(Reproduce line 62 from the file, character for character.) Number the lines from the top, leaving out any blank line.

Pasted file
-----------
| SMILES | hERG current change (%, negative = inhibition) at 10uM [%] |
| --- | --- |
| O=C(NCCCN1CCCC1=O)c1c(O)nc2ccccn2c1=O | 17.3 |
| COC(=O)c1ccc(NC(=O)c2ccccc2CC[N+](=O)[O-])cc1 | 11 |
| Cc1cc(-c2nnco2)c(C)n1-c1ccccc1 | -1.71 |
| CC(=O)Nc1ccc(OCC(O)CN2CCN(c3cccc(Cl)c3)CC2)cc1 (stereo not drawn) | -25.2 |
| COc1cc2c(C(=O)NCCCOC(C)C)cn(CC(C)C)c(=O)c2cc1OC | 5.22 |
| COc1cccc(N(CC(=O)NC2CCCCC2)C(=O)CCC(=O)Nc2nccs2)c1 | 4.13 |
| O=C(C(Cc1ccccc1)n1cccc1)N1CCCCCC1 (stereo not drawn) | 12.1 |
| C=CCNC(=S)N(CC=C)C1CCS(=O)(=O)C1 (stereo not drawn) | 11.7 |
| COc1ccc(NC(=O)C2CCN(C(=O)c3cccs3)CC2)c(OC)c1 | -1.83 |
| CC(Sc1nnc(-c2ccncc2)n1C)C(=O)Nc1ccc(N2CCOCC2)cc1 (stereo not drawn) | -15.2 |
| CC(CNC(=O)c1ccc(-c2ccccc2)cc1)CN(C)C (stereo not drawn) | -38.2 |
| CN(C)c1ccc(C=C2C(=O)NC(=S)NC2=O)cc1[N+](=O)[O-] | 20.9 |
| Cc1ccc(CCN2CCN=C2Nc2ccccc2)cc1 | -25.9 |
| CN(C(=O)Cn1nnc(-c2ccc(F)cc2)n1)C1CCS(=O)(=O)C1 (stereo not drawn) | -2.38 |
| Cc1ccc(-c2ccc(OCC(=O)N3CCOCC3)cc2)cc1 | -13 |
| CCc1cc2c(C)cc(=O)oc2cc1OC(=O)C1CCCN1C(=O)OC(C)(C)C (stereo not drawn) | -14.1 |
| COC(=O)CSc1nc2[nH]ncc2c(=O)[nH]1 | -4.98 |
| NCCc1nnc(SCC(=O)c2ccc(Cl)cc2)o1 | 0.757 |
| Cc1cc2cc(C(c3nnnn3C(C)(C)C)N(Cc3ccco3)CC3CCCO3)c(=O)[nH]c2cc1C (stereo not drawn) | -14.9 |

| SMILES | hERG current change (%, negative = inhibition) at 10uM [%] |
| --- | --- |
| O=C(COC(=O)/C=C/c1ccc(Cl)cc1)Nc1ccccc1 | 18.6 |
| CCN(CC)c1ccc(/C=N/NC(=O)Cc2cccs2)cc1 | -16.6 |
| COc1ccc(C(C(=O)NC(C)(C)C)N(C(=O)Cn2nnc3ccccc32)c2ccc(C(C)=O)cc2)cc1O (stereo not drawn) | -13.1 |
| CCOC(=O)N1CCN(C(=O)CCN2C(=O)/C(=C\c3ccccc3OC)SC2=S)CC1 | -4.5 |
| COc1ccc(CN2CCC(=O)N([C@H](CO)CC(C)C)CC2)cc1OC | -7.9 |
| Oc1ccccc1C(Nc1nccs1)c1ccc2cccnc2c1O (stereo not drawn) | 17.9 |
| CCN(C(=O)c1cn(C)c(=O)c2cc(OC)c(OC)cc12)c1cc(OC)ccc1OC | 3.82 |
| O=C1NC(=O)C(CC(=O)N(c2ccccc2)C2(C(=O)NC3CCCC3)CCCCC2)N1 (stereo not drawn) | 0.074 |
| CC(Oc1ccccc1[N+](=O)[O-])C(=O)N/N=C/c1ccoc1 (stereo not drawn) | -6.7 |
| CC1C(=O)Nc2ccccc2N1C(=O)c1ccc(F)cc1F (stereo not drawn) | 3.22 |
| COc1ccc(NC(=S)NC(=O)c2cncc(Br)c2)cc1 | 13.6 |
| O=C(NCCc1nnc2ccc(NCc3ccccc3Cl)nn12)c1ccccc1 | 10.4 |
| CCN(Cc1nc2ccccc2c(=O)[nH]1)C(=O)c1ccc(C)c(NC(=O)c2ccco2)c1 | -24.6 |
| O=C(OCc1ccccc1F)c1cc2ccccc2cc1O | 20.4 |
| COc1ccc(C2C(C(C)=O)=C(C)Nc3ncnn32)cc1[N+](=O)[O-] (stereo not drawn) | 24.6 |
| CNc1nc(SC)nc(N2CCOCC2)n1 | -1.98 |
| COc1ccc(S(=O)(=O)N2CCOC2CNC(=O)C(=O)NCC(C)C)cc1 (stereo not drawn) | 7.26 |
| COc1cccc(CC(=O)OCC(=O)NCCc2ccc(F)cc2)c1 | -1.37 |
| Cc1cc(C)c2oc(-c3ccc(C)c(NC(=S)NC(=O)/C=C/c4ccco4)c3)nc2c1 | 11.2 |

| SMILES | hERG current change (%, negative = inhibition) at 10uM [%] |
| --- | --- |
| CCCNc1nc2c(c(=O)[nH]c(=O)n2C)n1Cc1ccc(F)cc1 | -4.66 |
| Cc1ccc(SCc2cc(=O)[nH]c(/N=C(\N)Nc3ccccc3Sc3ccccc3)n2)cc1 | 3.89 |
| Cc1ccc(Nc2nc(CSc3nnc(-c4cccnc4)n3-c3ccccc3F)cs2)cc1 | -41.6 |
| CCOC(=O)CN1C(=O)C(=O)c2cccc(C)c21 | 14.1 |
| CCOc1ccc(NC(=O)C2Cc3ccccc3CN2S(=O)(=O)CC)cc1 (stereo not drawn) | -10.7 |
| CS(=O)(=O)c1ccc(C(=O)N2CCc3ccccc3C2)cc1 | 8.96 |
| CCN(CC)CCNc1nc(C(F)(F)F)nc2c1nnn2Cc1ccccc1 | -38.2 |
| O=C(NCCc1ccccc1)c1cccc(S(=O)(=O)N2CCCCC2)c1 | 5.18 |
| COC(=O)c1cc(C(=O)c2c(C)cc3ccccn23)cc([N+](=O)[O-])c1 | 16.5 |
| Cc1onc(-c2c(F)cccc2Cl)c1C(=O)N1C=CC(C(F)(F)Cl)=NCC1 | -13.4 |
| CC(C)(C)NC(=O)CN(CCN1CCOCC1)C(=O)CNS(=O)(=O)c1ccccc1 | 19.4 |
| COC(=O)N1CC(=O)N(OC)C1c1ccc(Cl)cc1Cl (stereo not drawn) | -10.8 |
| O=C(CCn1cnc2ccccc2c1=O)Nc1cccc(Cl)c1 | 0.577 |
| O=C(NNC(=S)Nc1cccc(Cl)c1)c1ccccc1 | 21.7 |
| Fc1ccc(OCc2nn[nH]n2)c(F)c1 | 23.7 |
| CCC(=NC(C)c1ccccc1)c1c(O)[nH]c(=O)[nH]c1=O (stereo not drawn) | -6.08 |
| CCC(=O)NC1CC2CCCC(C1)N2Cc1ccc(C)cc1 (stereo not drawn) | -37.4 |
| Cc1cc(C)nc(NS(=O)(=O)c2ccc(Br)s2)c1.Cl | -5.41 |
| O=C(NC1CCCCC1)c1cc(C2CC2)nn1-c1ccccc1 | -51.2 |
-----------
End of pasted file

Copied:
| Cc1cc(C)nc(NS(=O)(=O)c2ccc(Br)s2)c1.Cl | -5.41 |